Speaking Swedish while Black in Norway
Published Web Locationhttps://doi.org/10.5070/C81258319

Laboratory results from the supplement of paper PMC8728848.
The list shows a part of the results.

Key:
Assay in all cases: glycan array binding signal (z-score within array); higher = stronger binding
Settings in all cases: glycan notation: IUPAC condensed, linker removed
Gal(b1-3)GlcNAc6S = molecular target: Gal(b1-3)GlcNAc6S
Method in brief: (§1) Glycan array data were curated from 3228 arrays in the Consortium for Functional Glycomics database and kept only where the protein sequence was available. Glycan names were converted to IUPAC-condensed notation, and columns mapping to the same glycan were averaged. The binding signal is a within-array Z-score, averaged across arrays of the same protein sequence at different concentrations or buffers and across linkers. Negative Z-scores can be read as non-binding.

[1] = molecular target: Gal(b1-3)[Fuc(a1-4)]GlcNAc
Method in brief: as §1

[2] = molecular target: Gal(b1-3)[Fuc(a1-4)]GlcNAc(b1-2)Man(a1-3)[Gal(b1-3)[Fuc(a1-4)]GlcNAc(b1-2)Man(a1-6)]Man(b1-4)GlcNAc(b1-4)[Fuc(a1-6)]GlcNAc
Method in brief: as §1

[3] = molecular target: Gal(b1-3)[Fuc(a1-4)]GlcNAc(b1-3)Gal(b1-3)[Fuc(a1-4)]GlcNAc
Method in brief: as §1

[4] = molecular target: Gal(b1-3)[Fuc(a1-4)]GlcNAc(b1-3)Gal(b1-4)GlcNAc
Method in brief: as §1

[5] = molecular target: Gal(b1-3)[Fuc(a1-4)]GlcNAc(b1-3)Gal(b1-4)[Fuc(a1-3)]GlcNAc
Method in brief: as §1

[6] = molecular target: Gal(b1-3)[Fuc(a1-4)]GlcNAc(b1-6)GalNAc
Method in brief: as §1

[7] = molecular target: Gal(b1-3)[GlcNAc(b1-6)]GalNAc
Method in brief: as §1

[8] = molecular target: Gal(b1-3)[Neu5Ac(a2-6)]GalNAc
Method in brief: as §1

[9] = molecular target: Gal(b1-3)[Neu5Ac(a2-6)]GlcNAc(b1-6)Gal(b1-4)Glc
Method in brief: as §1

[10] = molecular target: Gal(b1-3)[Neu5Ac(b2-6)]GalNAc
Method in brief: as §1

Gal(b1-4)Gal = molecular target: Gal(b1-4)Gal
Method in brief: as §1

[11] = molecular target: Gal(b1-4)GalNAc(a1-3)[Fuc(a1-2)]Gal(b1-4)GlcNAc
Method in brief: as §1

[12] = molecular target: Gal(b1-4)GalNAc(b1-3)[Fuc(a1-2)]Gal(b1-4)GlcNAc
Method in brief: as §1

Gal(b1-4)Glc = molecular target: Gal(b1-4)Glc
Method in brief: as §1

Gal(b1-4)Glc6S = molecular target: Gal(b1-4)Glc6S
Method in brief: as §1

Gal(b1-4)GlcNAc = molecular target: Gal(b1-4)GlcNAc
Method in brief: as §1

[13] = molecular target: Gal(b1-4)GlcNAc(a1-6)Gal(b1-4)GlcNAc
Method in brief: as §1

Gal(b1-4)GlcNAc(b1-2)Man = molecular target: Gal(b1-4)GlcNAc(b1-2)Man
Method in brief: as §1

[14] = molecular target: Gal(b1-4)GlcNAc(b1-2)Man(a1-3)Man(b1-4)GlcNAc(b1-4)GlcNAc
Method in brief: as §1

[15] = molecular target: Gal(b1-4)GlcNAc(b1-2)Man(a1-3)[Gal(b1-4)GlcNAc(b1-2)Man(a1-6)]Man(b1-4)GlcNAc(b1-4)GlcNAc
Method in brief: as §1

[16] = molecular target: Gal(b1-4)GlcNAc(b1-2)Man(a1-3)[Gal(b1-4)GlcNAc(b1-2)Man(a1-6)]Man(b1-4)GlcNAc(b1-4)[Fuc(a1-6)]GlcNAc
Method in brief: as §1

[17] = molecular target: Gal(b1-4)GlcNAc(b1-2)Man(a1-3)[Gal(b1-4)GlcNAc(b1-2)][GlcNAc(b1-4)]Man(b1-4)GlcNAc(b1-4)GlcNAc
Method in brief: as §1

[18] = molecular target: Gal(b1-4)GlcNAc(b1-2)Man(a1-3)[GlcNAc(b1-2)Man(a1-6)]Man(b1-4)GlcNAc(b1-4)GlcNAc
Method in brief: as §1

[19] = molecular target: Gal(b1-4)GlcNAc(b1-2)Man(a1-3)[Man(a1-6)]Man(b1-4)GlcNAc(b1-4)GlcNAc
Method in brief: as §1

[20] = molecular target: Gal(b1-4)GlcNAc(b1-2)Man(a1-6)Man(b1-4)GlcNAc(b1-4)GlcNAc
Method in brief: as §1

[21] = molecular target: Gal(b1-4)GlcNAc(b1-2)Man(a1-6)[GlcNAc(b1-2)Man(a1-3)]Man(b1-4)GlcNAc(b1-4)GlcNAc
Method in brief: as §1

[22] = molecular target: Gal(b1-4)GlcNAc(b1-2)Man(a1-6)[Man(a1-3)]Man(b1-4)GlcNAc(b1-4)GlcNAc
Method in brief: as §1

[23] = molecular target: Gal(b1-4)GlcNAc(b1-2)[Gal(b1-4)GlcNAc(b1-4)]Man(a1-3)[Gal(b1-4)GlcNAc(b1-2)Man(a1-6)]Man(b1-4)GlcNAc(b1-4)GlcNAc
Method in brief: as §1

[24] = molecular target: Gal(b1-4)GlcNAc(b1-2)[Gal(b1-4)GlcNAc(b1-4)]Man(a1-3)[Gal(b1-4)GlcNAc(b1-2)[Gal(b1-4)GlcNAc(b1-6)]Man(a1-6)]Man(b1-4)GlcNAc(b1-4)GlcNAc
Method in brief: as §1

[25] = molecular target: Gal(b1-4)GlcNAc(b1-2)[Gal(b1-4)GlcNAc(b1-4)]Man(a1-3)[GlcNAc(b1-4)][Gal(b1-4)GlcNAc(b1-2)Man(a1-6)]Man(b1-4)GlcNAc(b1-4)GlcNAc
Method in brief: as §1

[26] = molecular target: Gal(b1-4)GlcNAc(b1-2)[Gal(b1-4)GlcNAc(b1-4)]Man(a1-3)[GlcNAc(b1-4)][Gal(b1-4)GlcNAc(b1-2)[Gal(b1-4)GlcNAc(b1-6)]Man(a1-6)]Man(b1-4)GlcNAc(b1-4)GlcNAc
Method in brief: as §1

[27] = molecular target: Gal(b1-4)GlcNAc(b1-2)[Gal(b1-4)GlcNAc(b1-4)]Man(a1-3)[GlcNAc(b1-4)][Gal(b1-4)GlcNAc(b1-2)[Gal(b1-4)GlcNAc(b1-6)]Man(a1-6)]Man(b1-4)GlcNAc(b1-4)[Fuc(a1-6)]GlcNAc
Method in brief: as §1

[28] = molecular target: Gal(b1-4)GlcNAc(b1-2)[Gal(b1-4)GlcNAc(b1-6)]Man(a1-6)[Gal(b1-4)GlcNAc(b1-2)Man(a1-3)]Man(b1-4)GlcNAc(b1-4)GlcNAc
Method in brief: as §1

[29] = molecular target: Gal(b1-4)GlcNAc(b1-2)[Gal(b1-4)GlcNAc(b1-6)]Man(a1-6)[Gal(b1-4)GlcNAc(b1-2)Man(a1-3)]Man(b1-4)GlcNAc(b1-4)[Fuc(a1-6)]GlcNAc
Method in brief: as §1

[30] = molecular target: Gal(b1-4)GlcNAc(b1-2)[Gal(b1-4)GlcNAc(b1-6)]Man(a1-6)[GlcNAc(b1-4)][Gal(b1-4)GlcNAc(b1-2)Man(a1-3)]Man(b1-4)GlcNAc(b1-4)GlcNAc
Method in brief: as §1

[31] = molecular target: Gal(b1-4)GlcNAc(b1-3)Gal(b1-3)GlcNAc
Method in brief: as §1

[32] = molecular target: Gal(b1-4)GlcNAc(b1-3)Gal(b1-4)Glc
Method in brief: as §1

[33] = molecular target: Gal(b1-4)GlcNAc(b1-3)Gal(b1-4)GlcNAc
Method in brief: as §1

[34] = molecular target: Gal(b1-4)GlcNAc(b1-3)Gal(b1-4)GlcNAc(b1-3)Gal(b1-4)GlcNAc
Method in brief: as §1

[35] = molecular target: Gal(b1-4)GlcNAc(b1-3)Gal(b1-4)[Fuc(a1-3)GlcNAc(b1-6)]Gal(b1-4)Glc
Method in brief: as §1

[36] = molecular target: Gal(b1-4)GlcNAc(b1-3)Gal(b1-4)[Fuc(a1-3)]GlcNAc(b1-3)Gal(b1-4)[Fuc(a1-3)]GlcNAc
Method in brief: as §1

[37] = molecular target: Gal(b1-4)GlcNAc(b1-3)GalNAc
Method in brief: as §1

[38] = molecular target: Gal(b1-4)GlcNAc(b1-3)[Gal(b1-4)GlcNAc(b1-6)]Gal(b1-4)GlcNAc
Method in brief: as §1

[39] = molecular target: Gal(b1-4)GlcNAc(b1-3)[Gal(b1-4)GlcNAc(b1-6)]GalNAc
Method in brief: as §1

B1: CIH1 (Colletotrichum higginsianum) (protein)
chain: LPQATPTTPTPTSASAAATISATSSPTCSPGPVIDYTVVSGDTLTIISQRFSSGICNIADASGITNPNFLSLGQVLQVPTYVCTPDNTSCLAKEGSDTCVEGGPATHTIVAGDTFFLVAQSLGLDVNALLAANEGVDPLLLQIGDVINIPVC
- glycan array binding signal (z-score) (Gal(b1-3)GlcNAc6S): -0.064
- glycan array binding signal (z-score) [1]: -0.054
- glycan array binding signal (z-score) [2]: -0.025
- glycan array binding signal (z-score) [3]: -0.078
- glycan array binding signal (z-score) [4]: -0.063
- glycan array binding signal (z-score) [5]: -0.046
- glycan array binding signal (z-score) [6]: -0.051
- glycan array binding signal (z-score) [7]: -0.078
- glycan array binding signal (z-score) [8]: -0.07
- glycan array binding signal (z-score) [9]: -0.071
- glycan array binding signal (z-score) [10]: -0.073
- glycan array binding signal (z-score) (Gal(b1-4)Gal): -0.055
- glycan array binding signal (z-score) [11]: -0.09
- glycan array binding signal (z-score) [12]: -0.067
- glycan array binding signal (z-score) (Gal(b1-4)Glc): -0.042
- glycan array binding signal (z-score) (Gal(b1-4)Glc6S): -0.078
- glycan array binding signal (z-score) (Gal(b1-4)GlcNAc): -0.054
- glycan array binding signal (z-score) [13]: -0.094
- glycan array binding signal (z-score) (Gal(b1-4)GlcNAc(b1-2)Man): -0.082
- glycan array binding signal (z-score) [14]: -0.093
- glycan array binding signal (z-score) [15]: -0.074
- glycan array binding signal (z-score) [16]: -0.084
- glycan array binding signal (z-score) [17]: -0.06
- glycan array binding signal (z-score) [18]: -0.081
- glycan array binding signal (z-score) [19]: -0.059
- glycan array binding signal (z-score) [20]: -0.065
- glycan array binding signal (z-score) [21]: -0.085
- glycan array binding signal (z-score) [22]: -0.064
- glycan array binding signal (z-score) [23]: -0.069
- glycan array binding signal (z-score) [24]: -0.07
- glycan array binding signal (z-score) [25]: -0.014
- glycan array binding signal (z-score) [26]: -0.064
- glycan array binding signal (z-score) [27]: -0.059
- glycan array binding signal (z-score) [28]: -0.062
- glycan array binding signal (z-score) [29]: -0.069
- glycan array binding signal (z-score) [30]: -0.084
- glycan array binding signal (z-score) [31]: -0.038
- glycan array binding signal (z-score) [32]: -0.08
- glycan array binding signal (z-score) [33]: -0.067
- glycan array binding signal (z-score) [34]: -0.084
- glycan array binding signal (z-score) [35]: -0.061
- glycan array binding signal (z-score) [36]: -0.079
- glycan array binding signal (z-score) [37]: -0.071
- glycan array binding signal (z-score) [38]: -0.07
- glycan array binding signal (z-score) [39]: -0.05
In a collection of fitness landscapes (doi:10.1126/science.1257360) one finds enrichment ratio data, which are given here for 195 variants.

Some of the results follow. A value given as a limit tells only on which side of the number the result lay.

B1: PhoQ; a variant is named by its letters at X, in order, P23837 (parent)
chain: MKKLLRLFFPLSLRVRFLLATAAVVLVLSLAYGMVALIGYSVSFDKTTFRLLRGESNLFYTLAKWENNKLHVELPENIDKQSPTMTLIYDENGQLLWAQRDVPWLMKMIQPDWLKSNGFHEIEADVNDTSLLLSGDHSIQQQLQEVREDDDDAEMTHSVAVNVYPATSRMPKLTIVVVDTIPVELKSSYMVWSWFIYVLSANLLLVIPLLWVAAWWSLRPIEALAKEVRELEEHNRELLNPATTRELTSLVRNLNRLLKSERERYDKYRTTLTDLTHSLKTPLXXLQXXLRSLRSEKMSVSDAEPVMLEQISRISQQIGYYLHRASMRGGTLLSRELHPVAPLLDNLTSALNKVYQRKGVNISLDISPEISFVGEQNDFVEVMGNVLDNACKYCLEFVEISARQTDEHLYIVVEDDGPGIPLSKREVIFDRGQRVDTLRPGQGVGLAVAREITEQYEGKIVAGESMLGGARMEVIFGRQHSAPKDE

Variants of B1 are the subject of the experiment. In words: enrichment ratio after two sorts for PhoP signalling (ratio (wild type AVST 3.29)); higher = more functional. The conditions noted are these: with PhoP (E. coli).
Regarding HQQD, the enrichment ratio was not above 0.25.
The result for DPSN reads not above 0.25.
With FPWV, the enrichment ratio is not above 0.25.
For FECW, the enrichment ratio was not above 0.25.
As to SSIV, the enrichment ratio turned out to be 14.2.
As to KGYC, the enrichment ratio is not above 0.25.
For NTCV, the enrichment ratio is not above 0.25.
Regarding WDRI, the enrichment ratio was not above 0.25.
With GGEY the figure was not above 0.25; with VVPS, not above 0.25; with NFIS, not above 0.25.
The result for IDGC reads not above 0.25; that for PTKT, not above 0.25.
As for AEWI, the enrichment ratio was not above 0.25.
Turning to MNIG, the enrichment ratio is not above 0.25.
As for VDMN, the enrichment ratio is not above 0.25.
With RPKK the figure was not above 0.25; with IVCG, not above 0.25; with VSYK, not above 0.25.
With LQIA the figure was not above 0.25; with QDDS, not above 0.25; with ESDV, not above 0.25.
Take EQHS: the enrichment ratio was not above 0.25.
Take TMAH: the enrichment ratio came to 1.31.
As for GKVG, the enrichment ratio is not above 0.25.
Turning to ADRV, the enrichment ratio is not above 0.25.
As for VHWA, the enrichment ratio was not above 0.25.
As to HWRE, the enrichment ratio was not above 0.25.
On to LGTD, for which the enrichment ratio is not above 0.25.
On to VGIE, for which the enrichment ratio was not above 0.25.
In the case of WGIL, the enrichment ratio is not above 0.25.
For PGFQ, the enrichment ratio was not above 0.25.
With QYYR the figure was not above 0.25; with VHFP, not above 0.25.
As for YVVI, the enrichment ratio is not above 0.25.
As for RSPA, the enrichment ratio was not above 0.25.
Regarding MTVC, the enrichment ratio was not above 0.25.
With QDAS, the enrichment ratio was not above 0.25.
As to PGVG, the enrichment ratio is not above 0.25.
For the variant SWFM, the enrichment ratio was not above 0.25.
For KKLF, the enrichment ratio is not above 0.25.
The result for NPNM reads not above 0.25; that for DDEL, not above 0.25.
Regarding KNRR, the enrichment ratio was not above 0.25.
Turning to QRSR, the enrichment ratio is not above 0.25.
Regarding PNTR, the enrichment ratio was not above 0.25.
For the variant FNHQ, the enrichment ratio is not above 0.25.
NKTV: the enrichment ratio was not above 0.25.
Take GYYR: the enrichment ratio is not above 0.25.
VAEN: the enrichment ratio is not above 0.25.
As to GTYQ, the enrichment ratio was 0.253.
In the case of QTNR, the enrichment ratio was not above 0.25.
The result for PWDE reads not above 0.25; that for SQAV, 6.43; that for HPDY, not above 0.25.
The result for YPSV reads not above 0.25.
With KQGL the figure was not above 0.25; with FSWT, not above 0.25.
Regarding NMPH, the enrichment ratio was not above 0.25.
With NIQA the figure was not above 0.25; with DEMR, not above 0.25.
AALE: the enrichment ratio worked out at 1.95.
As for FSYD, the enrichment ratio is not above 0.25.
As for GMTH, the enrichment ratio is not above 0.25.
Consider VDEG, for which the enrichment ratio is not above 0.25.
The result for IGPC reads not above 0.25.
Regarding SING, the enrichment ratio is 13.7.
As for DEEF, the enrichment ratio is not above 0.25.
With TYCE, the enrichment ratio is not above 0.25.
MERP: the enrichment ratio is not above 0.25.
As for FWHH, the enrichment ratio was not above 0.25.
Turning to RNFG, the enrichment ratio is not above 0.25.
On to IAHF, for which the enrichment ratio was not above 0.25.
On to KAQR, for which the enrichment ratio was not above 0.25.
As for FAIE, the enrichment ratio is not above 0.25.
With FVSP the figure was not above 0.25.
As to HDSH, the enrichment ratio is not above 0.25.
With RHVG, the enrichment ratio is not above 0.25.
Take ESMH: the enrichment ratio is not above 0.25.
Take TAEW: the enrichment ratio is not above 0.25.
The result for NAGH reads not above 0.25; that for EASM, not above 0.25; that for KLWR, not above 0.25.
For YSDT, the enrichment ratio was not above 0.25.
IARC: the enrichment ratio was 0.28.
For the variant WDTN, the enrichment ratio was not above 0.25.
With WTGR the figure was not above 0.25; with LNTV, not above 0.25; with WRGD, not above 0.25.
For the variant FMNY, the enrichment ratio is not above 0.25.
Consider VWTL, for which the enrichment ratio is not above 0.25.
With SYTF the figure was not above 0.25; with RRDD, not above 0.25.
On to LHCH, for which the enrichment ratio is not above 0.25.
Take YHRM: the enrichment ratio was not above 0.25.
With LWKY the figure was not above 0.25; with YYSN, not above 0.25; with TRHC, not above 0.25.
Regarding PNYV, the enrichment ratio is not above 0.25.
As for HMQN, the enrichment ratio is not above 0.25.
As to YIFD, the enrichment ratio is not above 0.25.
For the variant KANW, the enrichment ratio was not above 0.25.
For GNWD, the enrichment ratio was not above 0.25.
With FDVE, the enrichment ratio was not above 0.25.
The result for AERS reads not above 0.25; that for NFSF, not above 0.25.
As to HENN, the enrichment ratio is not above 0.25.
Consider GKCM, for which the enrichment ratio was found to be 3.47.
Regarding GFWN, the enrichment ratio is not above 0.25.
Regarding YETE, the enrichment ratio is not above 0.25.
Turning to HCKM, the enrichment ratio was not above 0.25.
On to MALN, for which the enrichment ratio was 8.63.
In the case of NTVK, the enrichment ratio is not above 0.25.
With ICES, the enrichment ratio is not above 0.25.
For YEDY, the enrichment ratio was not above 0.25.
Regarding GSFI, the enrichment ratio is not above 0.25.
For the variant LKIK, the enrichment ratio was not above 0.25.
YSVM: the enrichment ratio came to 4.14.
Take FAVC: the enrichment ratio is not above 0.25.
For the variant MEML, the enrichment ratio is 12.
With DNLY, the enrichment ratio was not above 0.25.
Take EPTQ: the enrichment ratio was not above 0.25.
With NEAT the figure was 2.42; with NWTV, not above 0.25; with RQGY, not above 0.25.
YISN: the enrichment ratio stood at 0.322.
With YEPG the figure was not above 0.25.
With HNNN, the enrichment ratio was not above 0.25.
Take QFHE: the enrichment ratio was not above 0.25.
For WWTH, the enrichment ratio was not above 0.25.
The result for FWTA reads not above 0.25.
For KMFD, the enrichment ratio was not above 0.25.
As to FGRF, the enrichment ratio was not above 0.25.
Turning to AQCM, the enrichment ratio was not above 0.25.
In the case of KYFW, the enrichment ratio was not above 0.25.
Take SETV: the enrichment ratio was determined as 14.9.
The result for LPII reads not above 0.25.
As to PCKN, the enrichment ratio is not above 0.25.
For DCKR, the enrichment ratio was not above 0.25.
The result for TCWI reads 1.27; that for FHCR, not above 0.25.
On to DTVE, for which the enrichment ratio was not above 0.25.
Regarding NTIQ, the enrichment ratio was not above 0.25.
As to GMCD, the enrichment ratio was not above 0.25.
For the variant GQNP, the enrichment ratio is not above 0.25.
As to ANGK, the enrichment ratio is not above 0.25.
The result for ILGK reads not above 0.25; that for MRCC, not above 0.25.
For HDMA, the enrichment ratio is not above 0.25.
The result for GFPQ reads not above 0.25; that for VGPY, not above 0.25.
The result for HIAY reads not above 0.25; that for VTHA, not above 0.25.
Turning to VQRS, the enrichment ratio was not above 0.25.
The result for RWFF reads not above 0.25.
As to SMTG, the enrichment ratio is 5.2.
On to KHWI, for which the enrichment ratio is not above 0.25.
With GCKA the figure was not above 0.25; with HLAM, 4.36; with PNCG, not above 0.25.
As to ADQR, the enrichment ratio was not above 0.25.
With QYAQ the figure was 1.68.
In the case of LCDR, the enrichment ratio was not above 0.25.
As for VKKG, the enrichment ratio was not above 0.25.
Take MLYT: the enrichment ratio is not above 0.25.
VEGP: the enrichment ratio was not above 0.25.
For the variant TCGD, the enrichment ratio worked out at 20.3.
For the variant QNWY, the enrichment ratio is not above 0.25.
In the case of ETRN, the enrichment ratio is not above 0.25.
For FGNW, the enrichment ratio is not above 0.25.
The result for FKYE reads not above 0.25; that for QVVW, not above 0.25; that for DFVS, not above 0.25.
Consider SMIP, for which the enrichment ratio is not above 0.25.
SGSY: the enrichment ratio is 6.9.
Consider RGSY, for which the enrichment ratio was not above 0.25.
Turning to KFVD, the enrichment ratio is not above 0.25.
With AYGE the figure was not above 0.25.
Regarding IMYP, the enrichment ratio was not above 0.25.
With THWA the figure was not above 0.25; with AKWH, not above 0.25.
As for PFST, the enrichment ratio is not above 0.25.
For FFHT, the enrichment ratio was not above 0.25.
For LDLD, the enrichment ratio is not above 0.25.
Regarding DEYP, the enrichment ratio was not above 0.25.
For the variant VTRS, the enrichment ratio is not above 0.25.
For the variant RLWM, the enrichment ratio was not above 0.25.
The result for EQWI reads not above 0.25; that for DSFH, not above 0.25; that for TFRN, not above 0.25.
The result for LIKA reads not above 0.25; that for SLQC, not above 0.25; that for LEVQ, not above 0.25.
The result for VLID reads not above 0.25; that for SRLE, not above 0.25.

Swedes are almost unambiguously considered White in Norway and, therefore, labeled as non-strangers and non-marked. One of the most striking aspects of studying young Swedish labor migrants to the Norwegian capital is their positioning vis-à-vis the (White) majority and other (Black) minorities; they are immigrants categorized as “not quite” or “not real” immigrants. However, this position is contested in different ways, among other things, by othering processes taking place through the microaggressions of “What are you?” encounters, when linguistic differences are noted. This article argues that Swedes are an invisible, but audible, minority in Norway, categorized as outsiders not through phenotypical difference but through linguistic otherness. This labeling through language takes on extra dimensions when the individual migrants in question do not fit phenotypically with the stereotypical understanding of Swedes as the epitome of Northern European Whiteness. Many Swedes arriving in Norway as migrants are neither blond nor blue-eyed; they may be adopted, be of mixed race, or have Middle Eastern, Asian, or African family backgrounds. This article discusses aspects of the negotiations that take place in the intersection of phenotype and linguistic labeling when Swedes are Black migrants in Norway.